© 2017 by Homeschool4Real

Routine: My Super Power

August 9, 2018

 

Routine is my super power!

 

I have seen a few Facebook posts lately asking for help on getting their child to sit and work through their day’s workload. The child is fidgety, has a short concentration span, does not want to do the work, poor attitude towards their work, etc.  Well, 6 months ago that described my 10 year old son. It is something I have been working on for the last 6 months and finally this week I feel my goal has been achieved.

 

I just rescued my day from disaster by using my new super power: routine!  To cut a long story short, I slept in and the day did not start in its usual way. In the past it would have escalated into a complete melt down from my son, we would be arguing all day, and no learning would have occurred. But not today! I managed to pull it back into line and start at the beginning of our routine.  We managed to complete all of today’s workload on time, and we feel pretty good.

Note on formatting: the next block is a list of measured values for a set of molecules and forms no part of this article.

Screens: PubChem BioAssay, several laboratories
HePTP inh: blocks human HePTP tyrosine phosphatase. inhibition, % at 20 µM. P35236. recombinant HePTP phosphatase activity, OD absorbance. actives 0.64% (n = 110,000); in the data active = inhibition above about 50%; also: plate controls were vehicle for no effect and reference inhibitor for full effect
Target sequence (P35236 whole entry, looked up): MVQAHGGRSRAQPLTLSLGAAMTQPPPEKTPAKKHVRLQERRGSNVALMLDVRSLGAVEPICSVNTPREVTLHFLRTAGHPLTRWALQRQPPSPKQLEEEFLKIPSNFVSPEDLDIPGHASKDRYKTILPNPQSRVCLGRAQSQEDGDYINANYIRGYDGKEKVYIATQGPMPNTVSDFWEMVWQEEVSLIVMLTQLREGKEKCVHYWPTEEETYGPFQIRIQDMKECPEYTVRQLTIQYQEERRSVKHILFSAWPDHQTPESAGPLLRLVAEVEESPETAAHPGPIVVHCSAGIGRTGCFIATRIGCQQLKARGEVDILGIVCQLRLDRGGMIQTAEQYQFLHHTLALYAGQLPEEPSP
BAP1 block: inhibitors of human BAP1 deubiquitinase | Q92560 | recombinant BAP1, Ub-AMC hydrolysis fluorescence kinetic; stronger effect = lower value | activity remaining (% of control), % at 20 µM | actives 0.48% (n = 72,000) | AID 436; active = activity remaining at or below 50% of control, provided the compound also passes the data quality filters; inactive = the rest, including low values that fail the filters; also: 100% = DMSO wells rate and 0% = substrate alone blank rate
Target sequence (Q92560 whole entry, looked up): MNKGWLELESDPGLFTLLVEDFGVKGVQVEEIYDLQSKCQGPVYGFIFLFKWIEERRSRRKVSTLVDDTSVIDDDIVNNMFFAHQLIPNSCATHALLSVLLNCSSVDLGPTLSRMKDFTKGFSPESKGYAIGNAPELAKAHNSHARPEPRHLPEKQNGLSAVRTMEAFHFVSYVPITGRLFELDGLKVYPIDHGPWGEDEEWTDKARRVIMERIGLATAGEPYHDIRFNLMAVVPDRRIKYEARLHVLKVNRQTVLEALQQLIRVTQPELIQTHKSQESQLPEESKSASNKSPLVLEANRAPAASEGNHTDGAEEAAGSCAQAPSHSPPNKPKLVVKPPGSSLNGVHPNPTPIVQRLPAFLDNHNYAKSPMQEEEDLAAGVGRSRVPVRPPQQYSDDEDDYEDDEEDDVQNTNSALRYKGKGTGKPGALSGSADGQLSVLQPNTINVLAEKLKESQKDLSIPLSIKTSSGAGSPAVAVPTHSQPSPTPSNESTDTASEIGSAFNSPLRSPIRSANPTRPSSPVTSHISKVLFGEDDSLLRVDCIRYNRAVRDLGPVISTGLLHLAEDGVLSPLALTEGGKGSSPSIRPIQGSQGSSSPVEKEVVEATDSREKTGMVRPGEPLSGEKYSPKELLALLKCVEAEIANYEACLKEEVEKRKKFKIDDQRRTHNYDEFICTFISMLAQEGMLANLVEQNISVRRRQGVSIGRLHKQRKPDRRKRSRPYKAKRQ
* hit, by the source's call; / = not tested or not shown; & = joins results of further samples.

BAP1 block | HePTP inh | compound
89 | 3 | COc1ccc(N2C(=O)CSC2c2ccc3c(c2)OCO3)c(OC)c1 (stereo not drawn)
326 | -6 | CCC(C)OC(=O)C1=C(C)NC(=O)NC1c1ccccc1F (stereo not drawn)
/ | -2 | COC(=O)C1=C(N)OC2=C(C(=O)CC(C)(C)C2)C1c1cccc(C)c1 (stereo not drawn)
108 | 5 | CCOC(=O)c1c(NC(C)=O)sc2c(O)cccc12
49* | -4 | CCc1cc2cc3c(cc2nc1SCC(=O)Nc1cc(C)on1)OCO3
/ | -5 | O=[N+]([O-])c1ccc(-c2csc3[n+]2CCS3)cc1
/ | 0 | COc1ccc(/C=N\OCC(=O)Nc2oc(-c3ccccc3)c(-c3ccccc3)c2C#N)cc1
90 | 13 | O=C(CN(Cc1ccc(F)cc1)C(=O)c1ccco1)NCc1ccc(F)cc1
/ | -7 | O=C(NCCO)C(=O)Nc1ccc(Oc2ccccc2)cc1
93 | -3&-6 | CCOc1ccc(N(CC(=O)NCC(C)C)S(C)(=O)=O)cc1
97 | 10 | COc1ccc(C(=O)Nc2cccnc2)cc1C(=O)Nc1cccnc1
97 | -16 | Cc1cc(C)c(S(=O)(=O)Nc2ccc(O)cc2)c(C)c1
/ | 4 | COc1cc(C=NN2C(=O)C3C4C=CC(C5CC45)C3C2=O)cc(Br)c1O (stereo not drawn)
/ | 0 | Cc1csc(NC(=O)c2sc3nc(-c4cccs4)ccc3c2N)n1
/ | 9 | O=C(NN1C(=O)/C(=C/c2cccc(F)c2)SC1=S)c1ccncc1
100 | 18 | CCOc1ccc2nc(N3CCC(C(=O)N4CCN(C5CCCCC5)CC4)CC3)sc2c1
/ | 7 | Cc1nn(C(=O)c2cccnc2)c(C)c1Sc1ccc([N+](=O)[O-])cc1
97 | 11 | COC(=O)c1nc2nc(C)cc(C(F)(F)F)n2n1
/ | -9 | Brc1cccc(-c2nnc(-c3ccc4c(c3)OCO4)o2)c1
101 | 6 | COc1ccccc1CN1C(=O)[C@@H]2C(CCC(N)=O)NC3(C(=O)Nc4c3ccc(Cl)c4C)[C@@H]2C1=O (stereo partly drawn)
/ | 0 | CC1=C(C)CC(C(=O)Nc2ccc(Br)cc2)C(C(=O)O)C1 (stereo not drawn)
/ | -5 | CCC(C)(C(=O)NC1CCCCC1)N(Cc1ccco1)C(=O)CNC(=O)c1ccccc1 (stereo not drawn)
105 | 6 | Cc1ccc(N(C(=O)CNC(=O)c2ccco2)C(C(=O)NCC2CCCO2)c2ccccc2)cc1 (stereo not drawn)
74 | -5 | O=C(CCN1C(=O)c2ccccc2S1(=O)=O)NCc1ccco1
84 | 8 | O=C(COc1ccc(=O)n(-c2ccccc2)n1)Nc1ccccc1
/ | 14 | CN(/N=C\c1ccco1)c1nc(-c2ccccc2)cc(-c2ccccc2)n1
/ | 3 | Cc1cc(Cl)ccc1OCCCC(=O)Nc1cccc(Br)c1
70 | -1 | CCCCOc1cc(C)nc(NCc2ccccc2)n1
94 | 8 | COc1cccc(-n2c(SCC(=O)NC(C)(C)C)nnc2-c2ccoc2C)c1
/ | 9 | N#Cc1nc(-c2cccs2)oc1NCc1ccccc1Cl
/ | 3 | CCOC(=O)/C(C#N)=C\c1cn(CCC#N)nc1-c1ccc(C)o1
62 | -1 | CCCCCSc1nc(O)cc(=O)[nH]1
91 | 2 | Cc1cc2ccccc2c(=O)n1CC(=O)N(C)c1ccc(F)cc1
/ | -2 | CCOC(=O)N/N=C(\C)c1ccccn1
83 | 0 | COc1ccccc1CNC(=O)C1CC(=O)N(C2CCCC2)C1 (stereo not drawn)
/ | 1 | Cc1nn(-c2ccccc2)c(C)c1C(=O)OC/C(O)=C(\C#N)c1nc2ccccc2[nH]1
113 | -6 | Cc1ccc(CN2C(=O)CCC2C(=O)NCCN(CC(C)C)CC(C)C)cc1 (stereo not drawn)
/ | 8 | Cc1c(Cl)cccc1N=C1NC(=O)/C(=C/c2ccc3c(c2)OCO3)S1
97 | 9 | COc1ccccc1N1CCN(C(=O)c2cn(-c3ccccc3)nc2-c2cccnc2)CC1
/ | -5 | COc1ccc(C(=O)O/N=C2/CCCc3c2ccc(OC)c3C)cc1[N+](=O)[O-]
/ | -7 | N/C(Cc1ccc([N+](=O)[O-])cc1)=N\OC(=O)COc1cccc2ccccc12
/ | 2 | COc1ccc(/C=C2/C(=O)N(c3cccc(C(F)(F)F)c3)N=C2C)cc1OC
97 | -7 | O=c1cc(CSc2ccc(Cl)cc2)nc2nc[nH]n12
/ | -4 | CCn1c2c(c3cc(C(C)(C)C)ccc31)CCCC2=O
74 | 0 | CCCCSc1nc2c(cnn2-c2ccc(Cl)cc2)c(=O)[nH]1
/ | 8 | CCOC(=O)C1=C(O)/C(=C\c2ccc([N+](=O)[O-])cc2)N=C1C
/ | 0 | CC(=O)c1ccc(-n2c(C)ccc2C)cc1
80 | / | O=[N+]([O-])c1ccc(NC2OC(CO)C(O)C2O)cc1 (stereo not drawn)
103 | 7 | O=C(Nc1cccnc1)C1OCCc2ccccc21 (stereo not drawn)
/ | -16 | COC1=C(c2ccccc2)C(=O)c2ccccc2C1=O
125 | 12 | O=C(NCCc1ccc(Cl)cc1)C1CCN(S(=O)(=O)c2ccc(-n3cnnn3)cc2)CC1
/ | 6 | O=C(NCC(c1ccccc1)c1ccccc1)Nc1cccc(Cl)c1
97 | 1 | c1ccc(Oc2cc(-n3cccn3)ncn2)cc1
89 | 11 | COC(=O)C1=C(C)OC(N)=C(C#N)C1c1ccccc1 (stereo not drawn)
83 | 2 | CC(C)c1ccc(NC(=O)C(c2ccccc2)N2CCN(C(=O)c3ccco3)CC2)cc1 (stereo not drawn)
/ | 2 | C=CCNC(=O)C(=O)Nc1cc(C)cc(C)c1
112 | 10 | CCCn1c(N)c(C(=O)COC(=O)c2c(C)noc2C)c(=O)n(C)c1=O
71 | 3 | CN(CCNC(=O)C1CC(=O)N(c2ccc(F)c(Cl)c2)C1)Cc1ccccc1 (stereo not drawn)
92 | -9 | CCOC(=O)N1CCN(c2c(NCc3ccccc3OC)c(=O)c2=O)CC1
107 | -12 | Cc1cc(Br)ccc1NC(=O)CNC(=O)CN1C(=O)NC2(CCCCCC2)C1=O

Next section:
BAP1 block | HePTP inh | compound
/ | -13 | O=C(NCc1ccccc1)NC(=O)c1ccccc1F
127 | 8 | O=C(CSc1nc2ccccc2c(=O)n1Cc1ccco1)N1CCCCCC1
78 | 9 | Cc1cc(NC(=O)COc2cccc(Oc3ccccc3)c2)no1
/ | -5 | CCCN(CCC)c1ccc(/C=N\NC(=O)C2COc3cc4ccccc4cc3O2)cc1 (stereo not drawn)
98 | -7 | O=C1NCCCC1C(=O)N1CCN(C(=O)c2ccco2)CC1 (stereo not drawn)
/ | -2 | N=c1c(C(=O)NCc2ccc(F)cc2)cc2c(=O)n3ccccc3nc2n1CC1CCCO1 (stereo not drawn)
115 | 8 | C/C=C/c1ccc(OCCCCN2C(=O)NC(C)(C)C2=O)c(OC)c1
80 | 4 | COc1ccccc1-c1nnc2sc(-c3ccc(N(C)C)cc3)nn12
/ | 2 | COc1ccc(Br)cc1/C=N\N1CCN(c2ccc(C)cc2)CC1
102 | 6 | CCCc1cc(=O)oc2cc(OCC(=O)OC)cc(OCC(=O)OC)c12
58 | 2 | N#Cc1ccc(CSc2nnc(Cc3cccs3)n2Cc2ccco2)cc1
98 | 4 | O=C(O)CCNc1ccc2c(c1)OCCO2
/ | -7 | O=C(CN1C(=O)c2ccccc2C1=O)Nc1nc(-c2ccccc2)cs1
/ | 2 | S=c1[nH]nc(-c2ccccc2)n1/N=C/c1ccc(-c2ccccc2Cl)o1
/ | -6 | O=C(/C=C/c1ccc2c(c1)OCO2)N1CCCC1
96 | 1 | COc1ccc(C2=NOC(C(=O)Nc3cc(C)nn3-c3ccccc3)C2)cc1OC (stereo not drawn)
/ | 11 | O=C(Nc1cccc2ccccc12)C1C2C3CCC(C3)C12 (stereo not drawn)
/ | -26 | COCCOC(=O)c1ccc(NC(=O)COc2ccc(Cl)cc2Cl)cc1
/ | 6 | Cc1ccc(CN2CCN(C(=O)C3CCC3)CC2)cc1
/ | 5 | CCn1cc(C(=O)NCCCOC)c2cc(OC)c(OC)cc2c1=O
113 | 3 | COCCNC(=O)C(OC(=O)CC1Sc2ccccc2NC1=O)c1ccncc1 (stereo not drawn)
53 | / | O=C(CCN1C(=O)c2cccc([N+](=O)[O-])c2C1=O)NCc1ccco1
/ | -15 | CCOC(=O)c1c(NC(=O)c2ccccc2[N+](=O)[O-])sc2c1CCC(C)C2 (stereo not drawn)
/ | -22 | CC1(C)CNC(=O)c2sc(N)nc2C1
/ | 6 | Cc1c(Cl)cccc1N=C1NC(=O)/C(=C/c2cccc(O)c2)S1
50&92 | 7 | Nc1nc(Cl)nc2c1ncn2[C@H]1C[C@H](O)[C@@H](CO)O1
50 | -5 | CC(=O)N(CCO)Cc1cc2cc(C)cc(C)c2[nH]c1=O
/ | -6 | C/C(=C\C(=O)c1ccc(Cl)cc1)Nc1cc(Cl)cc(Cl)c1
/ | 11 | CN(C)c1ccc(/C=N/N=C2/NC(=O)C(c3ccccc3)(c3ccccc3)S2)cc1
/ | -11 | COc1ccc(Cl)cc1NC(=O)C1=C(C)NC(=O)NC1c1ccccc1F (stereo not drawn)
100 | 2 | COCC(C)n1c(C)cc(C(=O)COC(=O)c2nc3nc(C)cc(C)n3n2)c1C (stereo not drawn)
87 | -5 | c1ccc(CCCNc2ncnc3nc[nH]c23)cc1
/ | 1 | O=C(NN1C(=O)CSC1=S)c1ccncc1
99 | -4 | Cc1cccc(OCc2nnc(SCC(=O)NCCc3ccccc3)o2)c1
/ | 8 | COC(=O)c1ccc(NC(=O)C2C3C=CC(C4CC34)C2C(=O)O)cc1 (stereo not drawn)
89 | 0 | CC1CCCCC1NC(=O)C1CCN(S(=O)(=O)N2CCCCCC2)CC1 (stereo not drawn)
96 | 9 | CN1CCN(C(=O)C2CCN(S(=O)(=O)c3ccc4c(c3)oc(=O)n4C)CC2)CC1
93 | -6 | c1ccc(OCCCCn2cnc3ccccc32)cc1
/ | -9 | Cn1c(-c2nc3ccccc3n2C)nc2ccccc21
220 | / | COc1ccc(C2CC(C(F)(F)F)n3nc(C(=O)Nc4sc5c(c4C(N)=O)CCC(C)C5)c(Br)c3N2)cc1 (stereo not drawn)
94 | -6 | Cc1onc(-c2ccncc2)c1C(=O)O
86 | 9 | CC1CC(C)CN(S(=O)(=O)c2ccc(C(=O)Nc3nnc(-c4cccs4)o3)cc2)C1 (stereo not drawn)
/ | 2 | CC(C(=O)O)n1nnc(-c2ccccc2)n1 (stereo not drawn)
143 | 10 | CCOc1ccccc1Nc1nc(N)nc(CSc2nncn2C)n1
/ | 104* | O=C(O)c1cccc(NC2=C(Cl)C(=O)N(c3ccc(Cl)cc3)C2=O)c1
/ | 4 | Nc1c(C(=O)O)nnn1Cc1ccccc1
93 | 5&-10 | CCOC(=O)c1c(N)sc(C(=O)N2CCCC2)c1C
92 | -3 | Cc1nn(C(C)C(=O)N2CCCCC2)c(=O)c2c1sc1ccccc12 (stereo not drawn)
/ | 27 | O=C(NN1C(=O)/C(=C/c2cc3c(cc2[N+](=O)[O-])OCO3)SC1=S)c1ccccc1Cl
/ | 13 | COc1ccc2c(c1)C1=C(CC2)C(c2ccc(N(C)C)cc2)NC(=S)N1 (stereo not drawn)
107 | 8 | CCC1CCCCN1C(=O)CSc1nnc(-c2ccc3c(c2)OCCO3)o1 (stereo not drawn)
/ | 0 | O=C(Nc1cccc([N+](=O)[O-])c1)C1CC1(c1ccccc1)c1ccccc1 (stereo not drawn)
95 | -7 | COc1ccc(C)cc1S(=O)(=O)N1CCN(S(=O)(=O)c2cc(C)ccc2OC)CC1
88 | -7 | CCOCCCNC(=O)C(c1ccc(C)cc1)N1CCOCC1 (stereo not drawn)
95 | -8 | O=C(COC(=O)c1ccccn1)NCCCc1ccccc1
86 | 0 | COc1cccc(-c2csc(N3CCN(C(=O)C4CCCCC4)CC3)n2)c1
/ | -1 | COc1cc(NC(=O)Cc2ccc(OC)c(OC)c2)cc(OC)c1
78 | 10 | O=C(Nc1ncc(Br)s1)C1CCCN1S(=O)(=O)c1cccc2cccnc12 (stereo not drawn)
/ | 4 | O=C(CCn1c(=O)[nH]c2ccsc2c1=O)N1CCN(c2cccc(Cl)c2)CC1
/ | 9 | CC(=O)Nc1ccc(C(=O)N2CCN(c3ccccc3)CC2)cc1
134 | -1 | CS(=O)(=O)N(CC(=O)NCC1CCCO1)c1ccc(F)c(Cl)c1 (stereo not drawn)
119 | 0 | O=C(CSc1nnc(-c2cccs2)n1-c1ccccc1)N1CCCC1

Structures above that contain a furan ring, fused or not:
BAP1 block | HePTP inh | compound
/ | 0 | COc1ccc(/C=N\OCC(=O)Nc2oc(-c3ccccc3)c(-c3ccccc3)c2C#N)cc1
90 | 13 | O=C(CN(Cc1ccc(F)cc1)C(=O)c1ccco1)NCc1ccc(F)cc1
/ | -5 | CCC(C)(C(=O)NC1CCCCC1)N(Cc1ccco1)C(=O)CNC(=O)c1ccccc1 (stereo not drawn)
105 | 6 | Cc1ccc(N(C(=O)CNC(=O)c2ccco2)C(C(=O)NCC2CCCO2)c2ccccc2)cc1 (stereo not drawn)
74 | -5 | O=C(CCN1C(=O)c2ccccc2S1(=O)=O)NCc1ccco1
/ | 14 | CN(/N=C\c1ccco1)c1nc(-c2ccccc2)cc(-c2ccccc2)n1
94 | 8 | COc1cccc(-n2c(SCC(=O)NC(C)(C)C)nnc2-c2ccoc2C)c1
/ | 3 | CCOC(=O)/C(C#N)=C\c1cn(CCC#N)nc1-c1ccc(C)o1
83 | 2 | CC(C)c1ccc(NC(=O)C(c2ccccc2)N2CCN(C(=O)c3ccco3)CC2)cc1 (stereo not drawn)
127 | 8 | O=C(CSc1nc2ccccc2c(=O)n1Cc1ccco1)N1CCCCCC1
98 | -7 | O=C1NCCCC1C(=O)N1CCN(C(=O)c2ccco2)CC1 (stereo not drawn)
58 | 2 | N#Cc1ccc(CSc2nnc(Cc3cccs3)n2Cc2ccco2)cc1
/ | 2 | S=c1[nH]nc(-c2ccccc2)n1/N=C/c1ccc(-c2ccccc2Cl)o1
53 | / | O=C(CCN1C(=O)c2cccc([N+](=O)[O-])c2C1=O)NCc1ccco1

I will start at the beginning. I have 2 older sons who are very heavily involved in sports. The previous 2 years consisted of daily training and many trips away for competitions. It was impossible to establish any kind of routine or regular learning for my youngest son. Needles to say, not only did his academic work slow down, but his character training was quite neglected. Once my oldest son became an independent driver, all this changed and allowed me to focus once again on Master 10.